To help us think in new ways about these challenges, philosopher and China scholar Rosemont holds up an old model for re-ordering our society: the Confucian “Way of Humankind” (pg. 93). In contrast to the free market’s emphasis on the rational autonomous individual, the Confucian Way foregrounds the family.

Granted Confucius (Latinized honorific name ”’ K’ng F’z’, literally “Master Kong”) could not have conceived of a concept such as “democracy” in the China of 2500 years ago, but his enduring vision of wise governance guided by sage administrators rested solidly upon the foundation of the people—all the people. Confucius did not believe that government should control the people by meting out punishments: people should and could control themselves. But he understood that such self-regulation takes effort. If human beings did not attend to their own personal cultivation with diligence, then constraints were necessary to rein in greed and other passions.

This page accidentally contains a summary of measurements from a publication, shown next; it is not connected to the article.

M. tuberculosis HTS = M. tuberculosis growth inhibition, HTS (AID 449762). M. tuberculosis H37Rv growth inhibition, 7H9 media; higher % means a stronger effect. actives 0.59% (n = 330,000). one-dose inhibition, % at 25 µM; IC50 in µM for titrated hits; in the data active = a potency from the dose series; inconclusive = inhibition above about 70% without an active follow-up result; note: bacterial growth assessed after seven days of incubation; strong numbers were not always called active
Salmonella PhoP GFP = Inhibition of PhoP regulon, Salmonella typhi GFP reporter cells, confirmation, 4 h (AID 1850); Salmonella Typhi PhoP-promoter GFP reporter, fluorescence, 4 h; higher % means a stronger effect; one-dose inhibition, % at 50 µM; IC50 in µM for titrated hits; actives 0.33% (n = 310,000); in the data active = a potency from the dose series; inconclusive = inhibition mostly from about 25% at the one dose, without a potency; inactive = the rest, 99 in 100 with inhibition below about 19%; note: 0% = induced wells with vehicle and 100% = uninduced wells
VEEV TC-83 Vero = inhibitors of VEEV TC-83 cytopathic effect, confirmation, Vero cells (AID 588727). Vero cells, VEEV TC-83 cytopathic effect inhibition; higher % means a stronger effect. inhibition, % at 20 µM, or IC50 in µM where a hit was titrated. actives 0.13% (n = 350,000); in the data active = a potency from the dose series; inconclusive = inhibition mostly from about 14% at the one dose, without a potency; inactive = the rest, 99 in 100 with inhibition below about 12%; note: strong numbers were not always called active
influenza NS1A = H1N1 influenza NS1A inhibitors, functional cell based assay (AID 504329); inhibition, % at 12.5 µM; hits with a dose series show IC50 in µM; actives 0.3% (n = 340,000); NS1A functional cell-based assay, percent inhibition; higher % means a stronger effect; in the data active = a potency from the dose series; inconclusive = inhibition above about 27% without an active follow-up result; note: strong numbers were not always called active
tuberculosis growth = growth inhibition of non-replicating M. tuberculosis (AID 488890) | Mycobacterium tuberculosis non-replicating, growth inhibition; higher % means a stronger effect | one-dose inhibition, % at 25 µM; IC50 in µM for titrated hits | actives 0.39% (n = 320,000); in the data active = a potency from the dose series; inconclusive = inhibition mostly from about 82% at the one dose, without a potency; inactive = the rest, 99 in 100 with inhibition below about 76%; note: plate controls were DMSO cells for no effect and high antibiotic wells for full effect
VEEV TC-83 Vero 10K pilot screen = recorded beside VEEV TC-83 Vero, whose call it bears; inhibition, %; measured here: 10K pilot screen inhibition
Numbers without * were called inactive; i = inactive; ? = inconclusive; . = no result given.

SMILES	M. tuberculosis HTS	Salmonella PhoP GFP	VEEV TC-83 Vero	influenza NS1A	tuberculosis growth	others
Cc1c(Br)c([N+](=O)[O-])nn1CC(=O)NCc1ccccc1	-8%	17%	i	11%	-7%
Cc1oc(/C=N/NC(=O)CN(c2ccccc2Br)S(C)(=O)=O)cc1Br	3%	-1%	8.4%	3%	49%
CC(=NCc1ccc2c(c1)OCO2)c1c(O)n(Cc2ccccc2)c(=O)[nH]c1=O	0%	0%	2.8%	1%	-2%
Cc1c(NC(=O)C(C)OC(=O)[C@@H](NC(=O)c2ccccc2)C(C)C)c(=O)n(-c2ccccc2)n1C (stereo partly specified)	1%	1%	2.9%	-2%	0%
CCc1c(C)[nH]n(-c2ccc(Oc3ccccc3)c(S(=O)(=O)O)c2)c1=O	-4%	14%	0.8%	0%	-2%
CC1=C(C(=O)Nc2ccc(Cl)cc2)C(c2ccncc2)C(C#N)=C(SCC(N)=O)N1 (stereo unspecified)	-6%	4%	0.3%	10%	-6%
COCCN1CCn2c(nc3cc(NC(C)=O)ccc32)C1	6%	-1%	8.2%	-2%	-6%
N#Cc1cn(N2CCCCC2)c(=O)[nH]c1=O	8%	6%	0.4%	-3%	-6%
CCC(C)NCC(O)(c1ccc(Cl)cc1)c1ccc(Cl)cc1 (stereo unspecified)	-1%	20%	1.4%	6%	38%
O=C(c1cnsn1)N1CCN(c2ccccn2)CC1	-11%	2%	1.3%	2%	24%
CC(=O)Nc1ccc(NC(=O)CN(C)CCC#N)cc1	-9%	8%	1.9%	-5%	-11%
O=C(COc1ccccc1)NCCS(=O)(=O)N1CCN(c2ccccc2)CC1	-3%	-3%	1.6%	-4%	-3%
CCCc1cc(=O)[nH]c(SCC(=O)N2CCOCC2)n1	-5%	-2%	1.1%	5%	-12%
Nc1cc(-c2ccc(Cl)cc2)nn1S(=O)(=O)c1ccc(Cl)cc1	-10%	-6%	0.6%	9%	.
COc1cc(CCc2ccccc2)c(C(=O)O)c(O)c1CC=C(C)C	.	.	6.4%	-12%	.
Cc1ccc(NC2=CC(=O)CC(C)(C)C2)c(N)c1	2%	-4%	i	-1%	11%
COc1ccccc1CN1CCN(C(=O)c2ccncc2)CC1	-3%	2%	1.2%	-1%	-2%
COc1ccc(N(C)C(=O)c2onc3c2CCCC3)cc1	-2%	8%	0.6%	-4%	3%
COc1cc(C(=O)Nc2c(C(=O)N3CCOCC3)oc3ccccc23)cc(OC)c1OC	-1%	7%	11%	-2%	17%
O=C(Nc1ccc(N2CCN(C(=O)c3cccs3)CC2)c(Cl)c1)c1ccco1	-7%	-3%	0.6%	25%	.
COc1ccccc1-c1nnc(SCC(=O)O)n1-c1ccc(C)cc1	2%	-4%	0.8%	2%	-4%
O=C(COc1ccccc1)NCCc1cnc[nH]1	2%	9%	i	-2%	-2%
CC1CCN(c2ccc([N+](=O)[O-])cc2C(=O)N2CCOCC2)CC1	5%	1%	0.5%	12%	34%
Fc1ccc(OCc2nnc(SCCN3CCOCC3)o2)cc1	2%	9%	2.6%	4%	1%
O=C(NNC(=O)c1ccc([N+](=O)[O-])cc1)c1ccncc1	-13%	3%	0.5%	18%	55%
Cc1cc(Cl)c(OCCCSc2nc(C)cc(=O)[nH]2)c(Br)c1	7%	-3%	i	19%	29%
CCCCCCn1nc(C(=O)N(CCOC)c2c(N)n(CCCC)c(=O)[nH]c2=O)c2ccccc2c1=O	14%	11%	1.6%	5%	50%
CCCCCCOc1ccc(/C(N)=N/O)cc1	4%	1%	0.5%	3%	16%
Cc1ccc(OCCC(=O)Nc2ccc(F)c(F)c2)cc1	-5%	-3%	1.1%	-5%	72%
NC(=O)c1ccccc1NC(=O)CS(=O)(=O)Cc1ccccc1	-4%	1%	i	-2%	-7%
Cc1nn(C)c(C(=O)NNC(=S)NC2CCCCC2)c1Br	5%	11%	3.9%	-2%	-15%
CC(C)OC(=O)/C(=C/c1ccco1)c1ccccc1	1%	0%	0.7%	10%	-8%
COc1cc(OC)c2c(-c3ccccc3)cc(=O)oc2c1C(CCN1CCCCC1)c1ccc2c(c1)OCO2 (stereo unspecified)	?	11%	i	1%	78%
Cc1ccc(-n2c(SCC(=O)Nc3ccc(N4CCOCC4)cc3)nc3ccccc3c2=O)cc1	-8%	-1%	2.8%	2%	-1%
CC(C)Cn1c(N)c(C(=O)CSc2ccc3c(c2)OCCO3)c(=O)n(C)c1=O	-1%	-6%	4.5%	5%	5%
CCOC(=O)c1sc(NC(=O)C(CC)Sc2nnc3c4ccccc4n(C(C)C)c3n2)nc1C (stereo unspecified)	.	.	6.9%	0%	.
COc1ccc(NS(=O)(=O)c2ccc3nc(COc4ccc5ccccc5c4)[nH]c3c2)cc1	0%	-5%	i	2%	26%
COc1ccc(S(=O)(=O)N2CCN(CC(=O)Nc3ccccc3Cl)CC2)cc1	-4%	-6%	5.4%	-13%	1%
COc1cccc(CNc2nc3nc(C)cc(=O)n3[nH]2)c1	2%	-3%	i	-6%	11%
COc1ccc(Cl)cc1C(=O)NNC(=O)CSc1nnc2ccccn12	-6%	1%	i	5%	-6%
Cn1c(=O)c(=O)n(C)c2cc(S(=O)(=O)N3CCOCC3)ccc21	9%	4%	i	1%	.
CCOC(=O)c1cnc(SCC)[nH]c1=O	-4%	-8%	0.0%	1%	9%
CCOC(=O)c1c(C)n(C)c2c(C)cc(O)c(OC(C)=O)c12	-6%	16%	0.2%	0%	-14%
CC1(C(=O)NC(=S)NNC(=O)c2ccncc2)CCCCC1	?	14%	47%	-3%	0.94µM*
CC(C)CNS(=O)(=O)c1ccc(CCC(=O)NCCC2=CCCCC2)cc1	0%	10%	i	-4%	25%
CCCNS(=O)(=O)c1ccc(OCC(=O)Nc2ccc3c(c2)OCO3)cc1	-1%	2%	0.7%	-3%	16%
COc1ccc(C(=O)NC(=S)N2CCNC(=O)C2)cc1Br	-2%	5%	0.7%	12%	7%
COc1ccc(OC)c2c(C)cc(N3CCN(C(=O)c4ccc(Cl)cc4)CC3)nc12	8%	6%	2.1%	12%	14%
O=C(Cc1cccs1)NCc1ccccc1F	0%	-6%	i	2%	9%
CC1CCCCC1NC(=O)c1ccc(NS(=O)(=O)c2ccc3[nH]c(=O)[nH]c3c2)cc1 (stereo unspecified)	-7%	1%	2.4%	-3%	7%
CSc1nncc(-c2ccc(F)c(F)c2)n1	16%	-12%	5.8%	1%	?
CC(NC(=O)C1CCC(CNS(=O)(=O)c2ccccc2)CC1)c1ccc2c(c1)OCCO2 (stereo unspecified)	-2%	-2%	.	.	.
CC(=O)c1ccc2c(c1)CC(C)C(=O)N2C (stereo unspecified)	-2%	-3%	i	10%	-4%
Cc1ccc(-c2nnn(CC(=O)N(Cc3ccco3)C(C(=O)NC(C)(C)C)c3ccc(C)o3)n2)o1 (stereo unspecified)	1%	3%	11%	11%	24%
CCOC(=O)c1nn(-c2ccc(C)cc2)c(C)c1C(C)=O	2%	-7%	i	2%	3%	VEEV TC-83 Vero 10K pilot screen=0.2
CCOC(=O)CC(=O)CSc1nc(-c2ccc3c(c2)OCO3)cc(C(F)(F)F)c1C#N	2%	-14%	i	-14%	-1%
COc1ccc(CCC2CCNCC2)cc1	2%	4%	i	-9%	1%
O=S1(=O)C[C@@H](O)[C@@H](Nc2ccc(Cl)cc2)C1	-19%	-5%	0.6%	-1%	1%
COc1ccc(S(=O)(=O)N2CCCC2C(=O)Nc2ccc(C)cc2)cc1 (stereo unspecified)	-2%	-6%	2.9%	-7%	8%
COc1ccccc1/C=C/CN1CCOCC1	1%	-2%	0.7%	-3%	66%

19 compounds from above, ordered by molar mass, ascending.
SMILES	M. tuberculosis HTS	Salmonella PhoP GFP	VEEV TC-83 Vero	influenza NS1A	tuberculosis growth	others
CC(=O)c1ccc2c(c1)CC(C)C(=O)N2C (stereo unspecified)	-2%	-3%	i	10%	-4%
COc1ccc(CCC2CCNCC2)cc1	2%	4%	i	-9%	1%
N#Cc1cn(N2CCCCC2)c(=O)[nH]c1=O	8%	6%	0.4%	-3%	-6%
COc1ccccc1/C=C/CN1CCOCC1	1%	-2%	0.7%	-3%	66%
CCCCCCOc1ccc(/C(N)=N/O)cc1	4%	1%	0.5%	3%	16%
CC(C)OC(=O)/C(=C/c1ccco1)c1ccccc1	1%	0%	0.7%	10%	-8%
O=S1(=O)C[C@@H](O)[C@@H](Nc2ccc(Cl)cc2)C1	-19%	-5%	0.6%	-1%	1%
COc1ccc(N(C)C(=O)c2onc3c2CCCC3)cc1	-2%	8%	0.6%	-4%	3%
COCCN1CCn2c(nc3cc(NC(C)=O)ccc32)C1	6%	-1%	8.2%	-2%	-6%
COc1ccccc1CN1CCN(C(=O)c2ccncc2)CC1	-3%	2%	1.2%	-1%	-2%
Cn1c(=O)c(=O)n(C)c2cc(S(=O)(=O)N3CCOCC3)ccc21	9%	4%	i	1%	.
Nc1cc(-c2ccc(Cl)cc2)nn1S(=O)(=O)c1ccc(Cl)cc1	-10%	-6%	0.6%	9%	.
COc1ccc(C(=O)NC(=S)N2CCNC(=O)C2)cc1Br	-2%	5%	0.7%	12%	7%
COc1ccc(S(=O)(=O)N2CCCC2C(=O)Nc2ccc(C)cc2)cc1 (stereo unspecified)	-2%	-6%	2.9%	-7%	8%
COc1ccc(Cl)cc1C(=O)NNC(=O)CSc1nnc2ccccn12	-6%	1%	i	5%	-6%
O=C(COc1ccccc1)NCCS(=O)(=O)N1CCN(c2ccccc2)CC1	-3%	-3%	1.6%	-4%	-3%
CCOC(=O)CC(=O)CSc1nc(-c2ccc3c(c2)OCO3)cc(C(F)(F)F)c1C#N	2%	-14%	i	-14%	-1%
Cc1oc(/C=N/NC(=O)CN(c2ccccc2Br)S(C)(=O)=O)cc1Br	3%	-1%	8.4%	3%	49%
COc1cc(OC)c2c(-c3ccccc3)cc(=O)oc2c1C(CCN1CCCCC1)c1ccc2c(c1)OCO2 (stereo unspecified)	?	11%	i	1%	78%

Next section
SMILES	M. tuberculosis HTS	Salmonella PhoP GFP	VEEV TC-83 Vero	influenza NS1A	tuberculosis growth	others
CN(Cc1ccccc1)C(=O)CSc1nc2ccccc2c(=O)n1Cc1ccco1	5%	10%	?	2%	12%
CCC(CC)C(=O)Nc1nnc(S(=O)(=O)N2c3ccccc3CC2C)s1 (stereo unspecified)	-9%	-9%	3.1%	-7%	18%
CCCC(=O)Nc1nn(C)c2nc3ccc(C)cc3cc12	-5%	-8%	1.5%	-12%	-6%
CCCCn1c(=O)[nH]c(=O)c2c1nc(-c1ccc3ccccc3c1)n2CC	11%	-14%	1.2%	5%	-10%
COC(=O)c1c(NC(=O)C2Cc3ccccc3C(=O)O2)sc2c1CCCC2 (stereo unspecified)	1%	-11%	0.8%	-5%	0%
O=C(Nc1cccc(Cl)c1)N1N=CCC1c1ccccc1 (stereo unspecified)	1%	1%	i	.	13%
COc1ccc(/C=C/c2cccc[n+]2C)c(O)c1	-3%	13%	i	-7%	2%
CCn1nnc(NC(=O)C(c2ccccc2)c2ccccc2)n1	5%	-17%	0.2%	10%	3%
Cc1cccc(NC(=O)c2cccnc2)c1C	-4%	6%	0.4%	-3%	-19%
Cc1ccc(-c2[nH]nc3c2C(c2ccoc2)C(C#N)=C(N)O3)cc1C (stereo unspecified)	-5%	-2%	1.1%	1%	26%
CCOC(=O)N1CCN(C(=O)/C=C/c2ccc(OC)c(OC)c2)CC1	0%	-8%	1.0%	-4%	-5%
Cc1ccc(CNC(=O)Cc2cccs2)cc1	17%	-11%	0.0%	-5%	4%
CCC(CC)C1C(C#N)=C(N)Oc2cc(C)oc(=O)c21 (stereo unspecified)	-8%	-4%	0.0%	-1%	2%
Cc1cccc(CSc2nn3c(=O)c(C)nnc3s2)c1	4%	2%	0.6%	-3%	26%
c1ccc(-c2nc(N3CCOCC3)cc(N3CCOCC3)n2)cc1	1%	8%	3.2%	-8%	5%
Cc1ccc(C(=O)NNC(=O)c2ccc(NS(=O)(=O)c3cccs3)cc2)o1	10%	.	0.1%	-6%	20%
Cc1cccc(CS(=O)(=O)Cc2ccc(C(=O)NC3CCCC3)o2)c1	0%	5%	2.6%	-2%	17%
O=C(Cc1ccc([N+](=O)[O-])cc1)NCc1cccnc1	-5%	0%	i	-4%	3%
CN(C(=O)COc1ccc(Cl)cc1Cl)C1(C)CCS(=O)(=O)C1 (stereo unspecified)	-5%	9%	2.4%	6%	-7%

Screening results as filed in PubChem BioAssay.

For Rosemont, the essence of Confucian self-cultivation comes through grounding our feelings and deepening our intuitions within the social milieu of rituals, customs, traditions, and manners (pg. 113, n# 19). Personal cultivation involves constant re-defining of what is means to be fully human. That is best measured through our interactions with others, dynamically relating as “role-bearers” to members of one’s family, community, city, state, nation and world. Such an undertaking is a continuously evolving process of life-long learning and growing and manifesting all that goes into being human. It is an “art” that is marked by respectful deference to those above, engaging harmoniously with peers and serving as an upstanding exemplar to youth.